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Debunking the Myth

The Quad Is Not in Timbuktu

By Lynn Y. Lee

So: you got Quadded. And, by the usual guess, you ought to be gnashing your teeth, muttering imprecations against the word "randomization," or bathing in your own tears. Sound about right?

Well, as a resident Quadling (a Currierite, to be exact), I'll let you into a little secret: You're wrong. You got Quadded? That's cause for celebrating--and I'm not just putting on a brave face to make the best of a bad situation. I maintain that the Quad provides the best housing at Harvard, hands-down, no question about it.

As everyone knows, or should know, sophomores in the Quad houses have far better chances of getting singles than their river-dwelling counter-parts. Juniors and seniors are guaranteed them. They're nice singles, too: the rooms in Quad houses range from decent to luxurious, and even the smallest is comparatively spacious. None of your tiny, dingy sophomore quarters or "walk-through" rooms here. (I still remember a Dunster friend's sophomore-year room with a shudder: it was smaller than my closet.)

Quad houses are also kept spotlessly clean, and the recreation areas are incomparably more comfortable and better equipped than those of the river houses. And yes, there is red brick here: Cabot and Pforzheimer have something of the old Harvard charm on the outside, with the added plus of an interior chockfull of modern amenities. No, there's no river view, but there is the Quadrangle itself, an inviting stretch of lawn that's great for field sports, especially Ultimate Frisbee.

Ah, but what about Currier?, you may ask. No gracious red brick exterior, no view even of the Quad. The plainest and most charmless of the Quad houses? The most graceless of all the Harvard houses? Well, yes, if you're passionately attached to the image of ivy-covered brick (and centipedes), white moldings, fireplaces and winding stairs. What Currier has instead: a cozy, bright, immaculate look (it's even cleaner than Pforzheimer); cheerful carpeting and comfortable chairs and sofas tucked in every nook and corner of the house; the most pleasant dining hall on campus, always sociable but never noisy, completed by that famous fountain; elevators; kitchens on every floor in three of the four towers; solariums in every tower equipped with TV/VCRs, and the largest video collection of any house.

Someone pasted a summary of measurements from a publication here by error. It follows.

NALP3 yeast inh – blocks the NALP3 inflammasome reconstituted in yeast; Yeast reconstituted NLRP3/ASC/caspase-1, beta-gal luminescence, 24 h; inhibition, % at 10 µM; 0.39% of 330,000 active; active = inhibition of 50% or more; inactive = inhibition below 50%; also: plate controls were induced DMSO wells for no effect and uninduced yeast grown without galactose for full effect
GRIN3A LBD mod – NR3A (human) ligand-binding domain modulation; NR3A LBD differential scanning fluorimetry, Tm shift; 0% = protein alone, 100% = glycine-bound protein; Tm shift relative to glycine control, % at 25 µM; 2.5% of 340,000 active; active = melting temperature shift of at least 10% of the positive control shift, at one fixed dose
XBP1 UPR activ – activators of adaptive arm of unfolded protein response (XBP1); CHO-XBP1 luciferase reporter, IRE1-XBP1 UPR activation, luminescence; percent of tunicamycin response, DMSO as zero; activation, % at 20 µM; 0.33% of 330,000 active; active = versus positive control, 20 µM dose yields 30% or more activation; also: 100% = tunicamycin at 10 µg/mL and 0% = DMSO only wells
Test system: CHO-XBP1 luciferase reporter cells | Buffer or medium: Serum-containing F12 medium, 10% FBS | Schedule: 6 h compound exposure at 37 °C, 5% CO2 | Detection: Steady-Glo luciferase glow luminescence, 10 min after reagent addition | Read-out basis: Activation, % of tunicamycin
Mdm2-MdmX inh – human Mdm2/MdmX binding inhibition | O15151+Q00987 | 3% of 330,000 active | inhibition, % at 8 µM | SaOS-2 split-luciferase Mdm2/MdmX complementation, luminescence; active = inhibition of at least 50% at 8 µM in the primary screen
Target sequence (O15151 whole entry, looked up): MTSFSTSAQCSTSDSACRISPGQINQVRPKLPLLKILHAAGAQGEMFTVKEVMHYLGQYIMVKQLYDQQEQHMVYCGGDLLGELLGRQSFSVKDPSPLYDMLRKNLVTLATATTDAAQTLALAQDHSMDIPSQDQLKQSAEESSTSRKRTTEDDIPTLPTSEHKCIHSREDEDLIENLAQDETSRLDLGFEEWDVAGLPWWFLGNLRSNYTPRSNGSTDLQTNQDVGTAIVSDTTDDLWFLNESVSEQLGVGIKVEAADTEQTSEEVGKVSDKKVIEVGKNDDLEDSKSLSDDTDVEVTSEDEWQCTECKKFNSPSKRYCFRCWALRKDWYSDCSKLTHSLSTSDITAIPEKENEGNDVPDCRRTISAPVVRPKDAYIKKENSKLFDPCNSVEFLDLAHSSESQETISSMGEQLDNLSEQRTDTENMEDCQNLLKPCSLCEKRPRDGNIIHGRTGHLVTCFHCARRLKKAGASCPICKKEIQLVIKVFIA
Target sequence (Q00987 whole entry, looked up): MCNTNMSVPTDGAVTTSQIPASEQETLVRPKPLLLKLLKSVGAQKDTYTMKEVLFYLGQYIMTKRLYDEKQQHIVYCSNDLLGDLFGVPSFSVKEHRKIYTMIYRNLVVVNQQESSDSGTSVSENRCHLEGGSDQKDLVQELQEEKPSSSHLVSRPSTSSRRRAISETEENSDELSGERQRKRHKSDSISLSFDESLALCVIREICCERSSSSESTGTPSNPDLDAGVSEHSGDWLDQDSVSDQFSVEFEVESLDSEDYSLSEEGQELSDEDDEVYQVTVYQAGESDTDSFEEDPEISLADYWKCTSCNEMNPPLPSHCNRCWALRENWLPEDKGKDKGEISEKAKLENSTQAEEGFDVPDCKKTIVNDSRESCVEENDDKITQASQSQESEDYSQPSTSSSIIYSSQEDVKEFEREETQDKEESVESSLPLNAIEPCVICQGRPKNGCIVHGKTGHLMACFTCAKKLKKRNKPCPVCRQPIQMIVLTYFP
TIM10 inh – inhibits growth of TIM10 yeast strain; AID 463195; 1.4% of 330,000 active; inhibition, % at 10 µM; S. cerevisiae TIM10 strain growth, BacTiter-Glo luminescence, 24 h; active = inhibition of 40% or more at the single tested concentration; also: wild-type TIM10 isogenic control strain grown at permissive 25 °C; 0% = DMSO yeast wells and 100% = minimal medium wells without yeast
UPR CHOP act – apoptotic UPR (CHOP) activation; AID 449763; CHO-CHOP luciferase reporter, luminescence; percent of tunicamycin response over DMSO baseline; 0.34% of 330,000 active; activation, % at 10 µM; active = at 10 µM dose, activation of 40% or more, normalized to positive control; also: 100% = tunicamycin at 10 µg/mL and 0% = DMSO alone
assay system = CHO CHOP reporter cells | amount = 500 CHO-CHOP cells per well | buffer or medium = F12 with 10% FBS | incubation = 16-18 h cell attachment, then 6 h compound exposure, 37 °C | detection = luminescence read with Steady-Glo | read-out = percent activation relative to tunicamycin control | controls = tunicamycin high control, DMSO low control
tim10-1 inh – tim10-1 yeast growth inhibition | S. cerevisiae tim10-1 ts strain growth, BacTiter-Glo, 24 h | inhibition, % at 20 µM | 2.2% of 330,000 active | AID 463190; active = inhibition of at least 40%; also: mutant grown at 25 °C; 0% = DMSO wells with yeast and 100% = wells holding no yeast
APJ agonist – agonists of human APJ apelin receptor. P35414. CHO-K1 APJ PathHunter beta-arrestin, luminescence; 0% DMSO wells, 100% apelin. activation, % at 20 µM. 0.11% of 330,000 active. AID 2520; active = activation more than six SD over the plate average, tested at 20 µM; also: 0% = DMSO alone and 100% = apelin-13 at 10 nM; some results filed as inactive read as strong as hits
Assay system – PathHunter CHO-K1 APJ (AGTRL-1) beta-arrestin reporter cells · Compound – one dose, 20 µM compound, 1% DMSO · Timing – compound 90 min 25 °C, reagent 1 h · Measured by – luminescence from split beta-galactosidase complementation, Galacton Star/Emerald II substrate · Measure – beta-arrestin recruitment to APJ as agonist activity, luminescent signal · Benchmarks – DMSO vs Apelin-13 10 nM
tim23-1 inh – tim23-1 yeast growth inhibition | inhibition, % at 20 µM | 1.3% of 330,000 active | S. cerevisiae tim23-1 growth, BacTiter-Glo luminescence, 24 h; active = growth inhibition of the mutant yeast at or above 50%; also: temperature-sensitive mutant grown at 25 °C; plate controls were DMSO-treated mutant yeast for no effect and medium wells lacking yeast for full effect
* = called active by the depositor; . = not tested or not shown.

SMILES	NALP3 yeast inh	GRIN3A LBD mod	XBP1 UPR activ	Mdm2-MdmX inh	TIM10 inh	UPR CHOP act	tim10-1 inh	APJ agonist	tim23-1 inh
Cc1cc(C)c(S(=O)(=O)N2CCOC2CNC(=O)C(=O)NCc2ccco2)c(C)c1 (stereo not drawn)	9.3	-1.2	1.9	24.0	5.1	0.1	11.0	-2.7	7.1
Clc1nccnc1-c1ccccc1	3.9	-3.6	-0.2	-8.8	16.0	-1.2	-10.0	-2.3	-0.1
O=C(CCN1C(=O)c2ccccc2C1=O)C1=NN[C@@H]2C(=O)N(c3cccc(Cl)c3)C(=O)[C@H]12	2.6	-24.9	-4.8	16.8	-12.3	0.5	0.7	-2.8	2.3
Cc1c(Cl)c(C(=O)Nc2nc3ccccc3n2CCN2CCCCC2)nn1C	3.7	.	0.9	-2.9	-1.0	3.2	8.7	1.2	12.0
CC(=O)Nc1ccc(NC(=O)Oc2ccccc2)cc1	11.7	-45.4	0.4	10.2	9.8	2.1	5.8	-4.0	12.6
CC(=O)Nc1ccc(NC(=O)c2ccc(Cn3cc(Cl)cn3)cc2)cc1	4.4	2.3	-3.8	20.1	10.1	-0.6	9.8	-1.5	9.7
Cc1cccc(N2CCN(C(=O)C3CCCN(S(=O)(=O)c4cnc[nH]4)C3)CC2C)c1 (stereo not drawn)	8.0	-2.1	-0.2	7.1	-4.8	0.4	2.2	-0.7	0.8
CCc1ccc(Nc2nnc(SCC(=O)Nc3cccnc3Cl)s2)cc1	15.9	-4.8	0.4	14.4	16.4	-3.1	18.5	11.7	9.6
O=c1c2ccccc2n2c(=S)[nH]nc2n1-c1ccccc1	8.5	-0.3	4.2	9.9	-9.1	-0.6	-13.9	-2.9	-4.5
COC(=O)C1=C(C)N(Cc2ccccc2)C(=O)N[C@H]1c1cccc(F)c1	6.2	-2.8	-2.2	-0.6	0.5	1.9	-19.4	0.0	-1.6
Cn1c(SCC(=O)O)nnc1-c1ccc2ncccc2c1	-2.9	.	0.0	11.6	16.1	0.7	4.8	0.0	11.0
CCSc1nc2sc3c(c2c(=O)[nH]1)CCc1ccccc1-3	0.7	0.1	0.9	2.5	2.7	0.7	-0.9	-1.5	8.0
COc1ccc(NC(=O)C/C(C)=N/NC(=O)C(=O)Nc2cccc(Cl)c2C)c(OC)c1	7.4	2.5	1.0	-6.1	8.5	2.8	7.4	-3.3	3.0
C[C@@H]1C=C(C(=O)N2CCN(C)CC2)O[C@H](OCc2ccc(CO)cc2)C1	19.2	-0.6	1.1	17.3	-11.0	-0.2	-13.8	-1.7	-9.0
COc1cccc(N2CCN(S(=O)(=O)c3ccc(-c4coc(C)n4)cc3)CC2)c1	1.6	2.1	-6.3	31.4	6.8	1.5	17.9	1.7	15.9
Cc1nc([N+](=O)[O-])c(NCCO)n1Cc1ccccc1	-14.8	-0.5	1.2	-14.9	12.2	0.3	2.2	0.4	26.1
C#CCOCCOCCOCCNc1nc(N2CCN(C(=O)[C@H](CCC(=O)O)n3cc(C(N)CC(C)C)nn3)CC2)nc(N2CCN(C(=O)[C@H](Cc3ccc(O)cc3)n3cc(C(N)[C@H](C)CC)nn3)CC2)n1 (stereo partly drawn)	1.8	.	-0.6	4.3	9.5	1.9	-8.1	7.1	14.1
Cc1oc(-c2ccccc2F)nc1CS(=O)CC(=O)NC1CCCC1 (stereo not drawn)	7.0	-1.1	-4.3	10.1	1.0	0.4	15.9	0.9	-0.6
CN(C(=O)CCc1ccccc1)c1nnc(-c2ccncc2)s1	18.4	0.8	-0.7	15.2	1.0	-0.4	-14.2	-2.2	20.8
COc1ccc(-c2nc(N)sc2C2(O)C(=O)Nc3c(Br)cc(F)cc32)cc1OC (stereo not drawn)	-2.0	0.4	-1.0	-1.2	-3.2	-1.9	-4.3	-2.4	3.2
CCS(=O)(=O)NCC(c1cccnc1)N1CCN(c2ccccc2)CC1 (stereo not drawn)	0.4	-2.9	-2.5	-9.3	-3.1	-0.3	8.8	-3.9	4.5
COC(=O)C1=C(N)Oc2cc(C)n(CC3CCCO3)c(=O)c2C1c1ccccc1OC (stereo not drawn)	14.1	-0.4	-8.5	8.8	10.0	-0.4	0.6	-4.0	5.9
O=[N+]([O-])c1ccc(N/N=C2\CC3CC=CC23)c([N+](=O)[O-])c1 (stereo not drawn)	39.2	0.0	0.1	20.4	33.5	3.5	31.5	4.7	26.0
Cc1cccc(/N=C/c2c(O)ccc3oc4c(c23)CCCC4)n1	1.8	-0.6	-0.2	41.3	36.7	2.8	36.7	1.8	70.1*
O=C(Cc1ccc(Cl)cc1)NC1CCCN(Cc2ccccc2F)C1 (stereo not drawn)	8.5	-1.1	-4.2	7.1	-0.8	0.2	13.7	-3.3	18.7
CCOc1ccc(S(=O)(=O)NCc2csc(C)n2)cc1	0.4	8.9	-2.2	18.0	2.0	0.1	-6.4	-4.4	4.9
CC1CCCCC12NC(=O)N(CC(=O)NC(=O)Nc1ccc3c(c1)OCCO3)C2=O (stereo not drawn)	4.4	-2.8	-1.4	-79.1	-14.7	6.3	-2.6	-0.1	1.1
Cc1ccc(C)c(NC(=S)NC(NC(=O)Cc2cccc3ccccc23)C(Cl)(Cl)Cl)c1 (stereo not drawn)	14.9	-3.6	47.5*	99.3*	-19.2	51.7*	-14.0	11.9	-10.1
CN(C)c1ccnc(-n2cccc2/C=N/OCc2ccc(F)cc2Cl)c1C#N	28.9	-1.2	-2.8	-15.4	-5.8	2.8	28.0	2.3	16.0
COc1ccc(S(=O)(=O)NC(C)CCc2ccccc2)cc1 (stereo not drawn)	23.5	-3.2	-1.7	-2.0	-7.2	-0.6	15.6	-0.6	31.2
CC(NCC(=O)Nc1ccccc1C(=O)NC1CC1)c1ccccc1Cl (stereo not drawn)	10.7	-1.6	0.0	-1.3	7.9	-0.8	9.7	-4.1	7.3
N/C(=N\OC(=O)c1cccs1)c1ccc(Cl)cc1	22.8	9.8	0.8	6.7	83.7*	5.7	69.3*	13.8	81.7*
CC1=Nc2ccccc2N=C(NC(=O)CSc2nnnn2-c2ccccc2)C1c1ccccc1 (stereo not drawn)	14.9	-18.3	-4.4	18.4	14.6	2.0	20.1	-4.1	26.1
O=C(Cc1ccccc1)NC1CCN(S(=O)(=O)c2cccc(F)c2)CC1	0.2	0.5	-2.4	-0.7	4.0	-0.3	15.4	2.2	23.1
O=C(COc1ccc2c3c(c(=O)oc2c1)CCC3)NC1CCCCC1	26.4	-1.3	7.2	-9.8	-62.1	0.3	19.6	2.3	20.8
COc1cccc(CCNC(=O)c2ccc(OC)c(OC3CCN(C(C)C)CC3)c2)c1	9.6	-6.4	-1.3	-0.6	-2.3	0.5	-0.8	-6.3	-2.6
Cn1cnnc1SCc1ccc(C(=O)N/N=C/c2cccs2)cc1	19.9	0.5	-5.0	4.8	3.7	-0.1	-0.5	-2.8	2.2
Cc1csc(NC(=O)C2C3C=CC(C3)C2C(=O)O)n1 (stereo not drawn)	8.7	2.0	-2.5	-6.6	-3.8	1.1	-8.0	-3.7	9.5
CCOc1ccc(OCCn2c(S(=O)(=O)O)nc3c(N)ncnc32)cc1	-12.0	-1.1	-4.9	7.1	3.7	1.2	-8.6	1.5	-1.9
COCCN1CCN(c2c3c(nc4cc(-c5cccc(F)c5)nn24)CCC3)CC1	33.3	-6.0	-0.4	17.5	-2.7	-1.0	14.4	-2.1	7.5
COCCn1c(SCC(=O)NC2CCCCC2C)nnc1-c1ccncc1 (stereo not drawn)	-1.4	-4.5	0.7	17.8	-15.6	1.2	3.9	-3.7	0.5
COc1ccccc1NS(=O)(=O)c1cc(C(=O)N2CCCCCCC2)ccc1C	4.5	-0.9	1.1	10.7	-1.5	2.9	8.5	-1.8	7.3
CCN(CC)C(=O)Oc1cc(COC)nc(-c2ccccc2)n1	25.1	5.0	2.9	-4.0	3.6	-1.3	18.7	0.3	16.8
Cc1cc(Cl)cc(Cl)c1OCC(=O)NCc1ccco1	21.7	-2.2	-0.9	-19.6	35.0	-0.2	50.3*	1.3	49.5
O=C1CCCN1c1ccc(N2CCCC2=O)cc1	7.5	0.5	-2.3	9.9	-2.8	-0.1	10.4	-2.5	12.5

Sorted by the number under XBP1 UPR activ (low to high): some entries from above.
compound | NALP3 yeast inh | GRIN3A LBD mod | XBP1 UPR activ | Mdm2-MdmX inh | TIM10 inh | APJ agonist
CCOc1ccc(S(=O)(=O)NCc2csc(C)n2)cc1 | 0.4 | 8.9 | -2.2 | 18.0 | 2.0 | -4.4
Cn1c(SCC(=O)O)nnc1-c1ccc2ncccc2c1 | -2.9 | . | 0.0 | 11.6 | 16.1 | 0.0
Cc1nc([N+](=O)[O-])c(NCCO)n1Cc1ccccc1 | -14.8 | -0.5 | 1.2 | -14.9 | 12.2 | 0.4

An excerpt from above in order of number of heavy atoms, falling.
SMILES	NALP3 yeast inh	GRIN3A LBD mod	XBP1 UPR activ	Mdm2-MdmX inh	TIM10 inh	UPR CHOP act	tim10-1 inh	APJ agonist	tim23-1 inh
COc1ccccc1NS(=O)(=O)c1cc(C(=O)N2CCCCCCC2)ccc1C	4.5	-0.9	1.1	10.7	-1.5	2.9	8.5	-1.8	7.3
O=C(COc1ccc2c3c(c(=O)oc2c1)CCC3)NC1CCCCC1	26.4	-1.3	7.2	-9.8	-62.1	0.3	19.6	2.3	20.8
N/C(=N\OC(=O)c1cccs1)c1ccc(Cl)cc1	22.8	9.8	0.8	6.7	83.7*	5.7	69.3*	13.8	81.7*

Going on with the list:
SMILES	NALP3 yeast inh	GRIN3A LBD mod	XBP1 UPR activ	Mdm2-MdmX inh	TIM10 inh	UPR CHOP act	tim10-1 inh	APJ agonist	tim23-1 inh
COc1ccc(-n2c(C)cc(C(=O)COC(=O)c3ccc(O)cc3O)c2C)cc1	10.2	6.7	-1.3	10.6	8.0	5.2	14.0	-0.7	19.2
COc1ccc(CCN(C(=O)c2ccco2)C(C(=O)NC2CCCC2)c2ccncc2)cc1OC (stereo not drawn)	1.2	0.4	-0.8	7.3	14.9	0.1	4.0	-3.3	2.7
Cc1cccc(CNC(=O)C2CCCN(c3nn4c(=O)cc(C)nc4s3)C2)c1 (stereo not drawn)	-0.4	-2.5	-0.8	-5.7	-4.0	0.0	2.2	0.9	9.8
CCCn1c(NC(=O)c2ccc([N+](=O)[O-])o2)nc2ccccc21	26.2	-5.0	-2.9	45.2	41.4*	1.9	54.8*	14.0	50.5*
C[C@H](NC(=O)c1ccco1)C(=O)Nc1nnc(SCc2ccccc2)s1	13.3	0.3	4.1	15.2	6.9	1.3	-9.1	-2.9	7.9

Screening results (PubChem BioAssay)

The death of suites-with-common rooms (Currier rooms consist almost entirely of pairs of singles connected by bathrooms or sinkrooms) means that you must venture outside your own room to socialize, with the result that Currier residents actually get to know the House Tutors and form close friendships with people outside their rooming group. My blocking group, for example, has merged so successfully with two other blocking groups that hardly anyone remembers who was originally in which group, and no one cares. I have heard of similar situations in the other Quad houses, though suites are more common there. At any rate, all three Quad houses, far from being anti-social, in fact feel much friendlier and homier than all of the river houses put together. I would argue that Currier, at least, is one of the most sociable houses at Harvard.

But the location, you moan, we're marooned! Here's secret number two: the location is not a problem. In fact, its inconvenience is ridiculously exaggerated. The shuttles come so often that the schedule-savvy Quadling, if he or she so chooses, can actually walk a great deal less than your average river rat. Sure, there are down times (usually in the mid afternoon), and in the morning or around lunchtime those red and white buses can get pretty crowded. But the shuttle service, ever sensitive to student suggestion, has improved steadily over the past three years, to the point that there are now two shuttles on the hour, at peak hours, from the Quad to the Yard (a matter of three minutes' driving).

And contrary to popular complaint, the shuttles are quite punctual; the griping you might hear is over the exception, not the rule. Walking or biking provides short periods of unstrenuous exercise, and the distance to the Square is really not much more than it is for Dunster or Mather residents.

The location is also, in one respect, an advantage. I'm talking about Hills Library. Yes, it is a good library, and an under-utilized resource. When every other copy of the book you need for class has been checked out of Widener and Lamont, there's sure to be a copy on reserve at Hilles. Trust me, you won't have much competition with other students.

The Quad's own inhabitants are partly to blame for its image problem. The average Quadling, when asked how he or she can stand living there, will at best murmur that it's not so bad, really and inevitably conclude with a rueful comment on the distance. That's all wrong. The proper response should be: "What are you talking about? It's great!" Too often the Quad resident is actually brainwashed by this kind of misdirected sympathy into feeling sorry for himself or herself. There's really no reason for it. We ought to be smirking, or even openly boasting, not contributing to the prevailing--and totally erroneous--impression that we are victims of randomization who got "stuck" in the Quad.

So here's a threefold message for all on-campus Harvard undergraduates. Future Quadlings: you should be grinning from ear to ear. Present Quadlings: it's time to revamp our image--be proud, and proclaim it loudly! River rats: don't pity us. Just visit us. You truly don't know what you're missing.

Lynn Y. Lee '99, a Crimson editor, is an English concentrator in Currier House--and loving every minute of it. Really.

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